Gregory Starbuck

Counselling Service

Newry Court, Chester, CH2 2AZ

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I am currently working on some posts so please check back again soon for hopefully some interesting reading and points of contemplation

By Gregory Starbuck, Jul 23 2018 10:48AM

“I must not fear. Fear is the mind-killer. Fear is the little-death that brings total obliteration. I will face my fear. I will permit it to pass over me and through me. And when it has gone past I will turn the inner eye to see its path. Where the fear has gone there will be nothing. Only I will remain.”

Bene-Gesserit 'Litany against Fear' - Dune (1965), Frank Herbert.

I first became aware of 'DUNE' with the David Lynch film release in 1984. This was a sci-fi adventure unlike anything I had seen previously. This was far from Star Wars, or Star Trek.

Within the story of feudal control over a life prolonging and mind altering substance called 'Melange' resides a religous order entirely made up of women known as the Bene-Gesserit Sisterhood.

As part of their training and rite of passage from acolyte to Sister, they must master the art of Self-Control.

'The Litany against Fear' is perhaps one of the most notable elements of this training, and routed in psychology at a time when the book was written of burgeoning modern awareness of the self, and how to develop one's own sense of awareness

Mental Health is now becoming the ubiquitous subject of our time, individuals are looking for ways to manage and reduce their stress, and importantly their fear.

'The Litany against Fear' is rather a lot to say in a situation where one might be feeling anxious or panicky, so what exactly is it saying?

'I must not Fear. Fear is the mind-killer. Fear is the little-death that brings total obiteration' essentially this is saying there is no benefit in feeling scared, anxious, panicked or fearful of something, that to not face or confront the very thing that arouses these thoughts and responses in us is to destroy our own resilience and inner strength.

Therefore, 'I will face my fear. I will permit it to pass over me and through me. And when it has gone past, I will turn the inner eye to see its path.', which means I will reflect upon myself and the actions I have taken, I will learn what there is to learn about myself.

'Where it has gone there will be nothing. Only I will remain', in other words, I will become stronger by the experience and the knowledge I have gained of myself.

Perhaps you can create your own litany or mantra for dealing with anxiety or fear, and become stronger too.

By Gregory Starbuck, May 3 2017 10:24AM


As a definition, minimal refers to something being in its most reduced form, the least, a token, nominal, small.

As an art movement beginning in the 1950’s minimalism was about simplicity, stripping away of embellishments, creating avant-garde objects in large form to emphasise the lack of adornment.

In interior design, we might think of modernist design as being minimalist, furniture that fuses utility and simplicity, into the essence of its form.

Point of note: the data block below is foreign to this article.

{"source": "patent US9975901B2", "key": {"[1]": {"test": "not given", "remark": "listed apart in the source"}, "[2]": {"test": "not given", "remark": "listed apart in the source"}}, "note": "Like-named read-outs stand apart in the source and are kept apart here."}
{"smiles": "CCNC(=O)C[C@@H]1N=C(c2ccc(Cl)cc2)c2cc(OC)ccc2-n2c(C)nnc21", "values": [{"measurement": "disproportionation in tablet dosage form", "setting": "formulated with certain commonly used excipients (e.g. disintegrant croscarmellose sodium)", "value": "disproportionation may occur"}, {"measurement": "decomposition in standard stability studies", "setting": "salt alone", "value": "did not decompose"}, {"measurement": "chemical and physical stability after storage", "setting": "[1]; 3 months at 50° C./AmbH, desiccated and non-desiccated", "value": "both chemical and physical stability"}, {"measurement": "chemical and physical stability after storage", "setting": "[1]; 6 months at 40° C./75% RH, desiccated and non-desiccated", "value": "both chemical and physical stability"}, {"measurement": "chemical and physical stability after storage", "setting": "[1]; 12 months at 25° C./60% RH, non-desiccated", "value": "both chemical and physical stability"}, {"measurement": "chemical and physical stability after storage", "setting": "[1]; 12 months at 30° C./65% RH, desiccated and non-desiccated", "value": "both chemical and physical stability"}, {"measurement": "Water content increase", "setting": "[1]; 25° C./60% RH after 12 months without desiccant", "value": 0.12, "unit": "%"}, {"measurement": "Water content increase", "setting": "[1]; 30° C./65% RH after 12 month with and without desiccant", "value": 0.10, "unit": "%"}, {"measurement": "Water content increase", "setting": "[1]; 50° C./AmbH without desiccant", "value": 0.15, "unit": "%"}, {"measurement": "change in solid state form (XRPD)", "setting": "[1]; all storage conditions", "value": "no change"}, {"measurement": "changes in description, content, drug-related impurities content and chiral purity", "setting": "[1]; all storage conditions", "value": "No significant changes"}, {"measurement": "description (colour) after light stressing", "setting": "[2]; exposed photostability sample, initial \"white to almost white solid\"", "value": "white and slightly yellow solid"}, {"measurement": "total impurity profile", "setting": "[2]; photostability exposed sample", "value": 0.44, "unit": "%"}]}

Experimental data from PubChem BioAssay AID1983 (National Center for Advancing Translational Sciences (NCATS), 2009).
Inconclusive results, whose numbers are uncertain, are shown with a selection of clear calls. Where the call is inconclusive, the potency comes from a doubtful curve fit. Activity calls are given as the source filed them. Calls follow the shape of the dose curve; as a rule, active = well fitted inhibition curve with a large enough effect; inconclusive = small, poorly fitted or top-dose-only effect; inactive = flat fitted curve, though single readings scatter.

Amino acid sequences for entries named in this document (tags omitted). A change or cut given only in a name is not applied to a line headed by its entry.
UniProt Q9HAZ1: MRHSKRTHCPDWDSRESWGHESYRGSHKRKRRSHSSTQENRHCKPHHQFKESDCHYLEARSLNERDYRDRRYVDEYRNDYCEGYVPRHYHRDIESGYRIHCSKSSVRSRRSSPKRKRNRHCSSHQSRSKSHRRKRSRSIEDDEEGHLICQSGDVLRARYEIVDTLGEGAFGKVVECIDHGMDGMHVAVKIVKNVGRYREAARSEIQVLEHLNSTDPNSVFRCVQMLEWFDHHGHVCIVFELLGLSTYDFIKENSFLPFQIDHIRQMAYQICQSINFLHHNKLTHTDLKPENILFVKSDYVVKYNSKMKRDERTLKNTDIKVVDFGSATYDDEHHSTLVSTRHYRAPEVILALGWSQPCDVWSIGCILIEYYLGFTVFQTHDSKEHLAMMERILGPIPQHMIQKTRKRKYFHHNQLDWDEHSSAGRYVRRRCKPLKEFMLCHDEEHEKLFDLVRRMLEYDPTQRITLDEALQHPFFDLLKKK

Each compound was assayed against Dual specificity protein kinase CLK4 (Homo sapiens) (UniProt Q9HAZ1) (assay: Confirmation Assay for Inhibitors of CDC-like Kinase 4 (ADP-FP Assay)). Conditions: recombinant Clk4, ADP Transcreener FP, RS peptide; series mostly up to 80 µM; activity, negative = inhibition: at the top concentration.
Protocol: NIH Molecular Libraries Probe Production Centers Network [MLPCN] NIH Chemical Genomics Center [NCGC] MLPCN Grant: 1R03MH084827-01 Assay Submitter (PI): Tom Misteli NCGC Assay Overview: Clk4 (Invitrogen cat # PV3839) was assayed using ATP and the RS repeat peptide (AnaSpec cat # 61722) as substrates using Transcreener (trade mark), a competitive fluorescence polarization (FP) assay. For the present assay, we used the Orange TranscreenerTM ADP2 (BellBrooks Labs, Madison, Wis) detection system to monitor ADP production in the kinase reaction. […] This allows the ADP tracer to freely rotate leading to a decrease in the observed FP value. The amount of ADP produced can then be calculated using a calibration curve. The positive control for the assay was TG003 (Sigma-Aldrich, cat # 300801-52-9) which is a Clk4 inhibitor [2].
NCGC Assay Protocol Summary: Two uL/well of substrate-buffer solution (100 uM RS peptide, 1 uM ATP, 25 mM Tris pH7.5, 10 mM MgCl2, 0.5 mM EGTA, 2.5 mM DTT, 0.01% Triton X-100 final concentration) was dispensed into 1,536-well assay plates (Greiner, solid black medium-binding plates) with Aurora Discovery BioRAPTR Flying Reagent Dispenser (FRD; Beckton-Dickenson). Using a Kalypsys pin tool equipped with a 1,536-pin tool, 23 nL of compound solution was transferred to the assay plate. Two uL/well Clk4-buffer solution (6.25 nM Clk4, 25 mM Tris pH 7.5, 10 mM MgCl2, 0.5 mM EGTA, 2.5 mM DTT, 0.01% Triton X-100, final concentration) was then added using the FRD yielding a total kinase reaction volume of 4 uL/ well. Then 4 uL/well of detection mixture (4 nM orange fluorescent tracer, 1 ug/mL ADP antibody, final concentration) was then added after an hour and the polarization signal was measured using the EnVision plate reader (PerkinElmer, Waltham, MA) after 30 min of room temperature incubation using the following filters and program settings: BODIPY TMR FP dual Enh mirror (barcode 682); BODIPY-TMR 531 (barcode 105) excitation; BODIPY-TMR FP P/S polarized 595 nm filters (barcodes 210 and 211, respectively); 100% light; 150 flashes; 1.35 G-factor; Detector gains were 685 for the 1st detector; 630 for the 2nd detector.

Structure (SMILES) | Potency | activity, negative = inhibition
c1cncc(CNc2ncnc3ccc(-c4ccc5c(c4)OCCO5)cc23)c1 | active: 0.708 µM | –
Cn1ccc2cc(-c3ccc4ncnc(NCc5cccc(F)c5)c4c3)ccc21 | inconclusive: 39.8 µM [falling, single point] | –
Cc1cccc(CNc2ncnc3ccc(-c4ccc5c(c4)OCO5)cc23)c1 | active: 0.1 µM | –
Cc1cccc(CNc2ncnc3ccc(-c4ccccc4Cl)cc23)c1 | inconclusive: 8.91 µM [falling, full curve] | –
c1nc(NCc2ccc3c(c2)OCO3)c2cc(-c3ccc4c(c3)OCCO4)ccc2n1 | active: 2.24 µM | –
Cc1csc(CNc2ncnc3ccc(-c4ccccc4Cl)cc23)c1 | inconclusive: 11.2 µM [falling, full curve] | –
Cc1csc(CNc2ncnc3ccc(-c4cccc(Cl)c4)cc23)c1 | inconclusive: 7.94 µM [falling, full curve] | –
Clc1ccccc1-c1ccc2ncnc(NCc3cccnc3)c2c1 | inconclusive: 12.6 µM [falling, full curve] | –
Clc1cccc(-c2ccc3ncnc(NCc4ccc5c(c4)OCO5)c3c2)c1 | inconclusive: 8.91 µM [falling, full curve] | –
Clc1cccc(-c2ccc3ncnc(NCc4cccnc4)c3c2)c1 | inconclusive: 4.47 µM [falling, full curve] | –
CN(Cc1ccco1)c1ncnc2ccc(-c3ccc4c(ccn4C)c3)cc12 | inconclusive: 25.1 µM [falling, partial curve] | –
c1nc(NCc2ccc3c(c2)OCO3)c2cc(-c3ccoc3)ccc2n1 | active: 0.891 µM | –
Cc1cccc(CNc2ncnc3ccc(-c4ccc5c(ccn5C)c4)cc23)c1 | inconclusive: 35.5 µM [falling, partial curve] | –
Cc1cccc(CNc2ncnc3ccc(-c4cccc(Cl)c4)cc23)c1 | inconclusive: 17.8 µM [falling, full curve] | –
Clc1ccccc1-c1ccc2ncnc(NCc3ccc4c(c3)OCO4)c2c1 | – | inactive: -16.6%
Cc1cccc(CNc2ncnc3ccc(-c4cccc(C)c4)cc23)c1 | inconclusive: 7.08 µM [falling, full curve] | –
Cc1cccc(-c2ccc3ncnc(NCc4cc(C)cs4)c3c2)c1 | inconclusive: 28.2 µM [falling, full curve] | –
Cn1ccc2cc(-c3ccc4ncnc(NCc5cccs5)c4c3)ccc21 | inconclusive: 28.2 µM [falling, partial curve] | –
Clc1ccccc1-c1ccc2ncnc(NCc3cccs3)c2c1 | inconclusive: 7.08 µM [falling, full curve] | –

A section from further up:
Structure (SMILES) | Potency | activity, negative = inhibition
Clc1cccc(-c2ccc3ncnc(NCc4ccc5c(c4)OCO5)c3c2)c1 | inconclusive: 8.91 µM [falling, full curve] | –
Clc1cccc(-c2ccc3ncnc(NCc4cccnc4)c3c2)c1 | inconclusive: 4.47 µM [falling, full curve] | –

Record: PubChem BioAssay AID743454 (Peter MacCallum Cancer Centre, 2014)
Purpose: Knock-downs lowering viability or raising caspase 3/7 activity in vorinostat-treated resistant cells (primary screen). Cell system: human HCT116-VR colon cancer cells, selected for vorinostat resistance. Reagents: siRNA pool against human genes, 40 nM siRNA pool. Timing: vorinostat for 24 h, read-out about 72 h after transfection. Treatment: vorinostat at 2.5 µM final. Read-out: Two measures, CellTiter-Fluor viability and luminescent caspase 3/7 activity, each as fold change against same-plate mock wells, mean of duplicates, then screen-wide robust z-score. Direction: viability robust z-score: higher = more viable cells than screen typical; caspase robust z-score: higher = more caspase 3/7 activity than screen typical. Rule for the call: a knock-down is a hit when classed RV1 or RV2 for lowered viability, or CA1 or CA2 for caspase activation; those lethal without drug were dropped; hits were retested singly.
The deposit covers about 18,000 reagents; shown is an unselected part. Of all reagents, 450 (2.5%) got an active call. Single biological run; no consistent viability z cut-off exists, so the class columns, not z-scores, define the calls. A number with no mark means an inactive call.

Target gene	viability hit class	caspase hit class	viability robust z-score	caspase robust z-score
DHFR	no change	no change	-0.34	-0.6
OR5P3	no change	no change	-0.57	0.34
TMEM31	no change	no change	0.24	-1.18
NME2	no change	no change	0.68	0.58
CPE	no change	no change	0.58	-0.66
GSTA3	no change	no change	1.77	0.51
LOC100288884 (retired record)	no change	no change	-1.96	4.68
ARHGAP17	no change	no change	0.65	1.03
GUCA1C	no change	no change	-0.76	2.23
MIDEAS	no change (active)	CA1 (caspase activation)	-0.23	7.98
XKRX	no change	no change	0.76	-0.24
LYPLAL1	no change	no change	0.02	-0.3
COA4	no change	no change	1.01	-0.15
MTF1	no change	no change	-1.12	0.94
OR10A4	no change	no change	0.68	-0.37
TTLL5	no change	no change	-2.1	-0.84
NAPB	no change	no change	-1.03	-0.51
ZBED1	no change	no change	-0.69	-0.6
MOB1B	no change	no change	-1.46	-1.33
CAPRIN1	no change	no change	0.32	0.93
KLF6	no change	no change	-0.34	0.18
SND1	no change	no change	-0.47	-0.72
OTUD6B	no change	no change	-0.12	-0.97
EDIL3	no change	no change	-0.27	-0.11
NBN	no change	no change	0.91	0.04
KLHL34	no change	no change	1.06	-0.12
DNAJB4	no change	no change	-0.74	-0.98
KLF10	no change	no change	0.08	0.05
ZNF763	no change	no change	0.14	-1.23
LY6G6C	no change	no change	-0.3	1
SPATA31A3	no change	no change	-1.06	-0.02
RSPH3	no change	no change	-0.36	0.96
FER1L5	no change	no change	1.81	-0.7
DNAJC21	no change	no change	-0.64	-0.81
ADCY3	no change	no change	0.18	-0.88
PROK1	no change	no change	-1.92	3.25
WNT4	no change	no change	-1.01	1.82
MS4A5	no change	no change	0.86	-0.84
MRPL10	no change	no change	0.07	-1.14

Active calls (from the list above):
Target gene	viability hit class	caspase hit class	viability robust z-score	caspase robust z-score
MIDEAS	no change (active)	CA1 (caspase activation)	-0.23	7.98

So, minimalism is not a new concept, but it is a concept which addresses the anxieties and stresses of our 21st century way of life.

Most of us carry our entire social sphere around in a tiny touchscreen device. We can look upon the world through these tiny windows, on average only a few inches across.

Anything is possible, at any time of the day.

No longer do we have the exciting anticipation, waiting for the delivery of new items of clothing or some other thing that is purchased from a mail order company, now it is virtually instantaneous.

I often hear in my therapy room about social anxiety. Clients worrying about, am I doing the right thing, saying the right thing, looking the right way?

These tiny windows of technology enable us to view a ‘perfect’ world full of people living seemingly amazing lives, and you can have this all too if you ‘look the right way, say the right thing, do the same as everyone else’.

I recently watched a documentary called ‘Minimalism’ about two men in America, who had climbed the corporate ladder, made some money, and had lots of ‘stuff’, but didn’t have happiness.

The documentary follows the journey of these two men from state to state, promoting their book ‘The Minimalists’, along the way interviews are conducted with others who have also taken the step to ‘edit’ the world they inhabit, and take it back to the essentials.

The point of the documentary isn’t just about living in a space with the bare minimum of belongings, although that is part of it, but it goes further to promote a greater global awareness of minimalization.

Consuming less from the environment, consuming fewer products, and maximising our relationships.

Driving the point home the documentary features footage of crowds of ‘shoppers’ on Black Friday. Scenes that are shocking in the extreme of people fighting over goods in stores, not because they ‘need’ it, but because they don’t want to miss out on a great deal.

So if you are feeling like you need to change the way you live, watch ‘Minimalism’, and be inspired.

Minimalism (image credit 'the minimalists'
Minimalism (image credit 'the minimalists'
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Gregory Starbuck

Counselling Service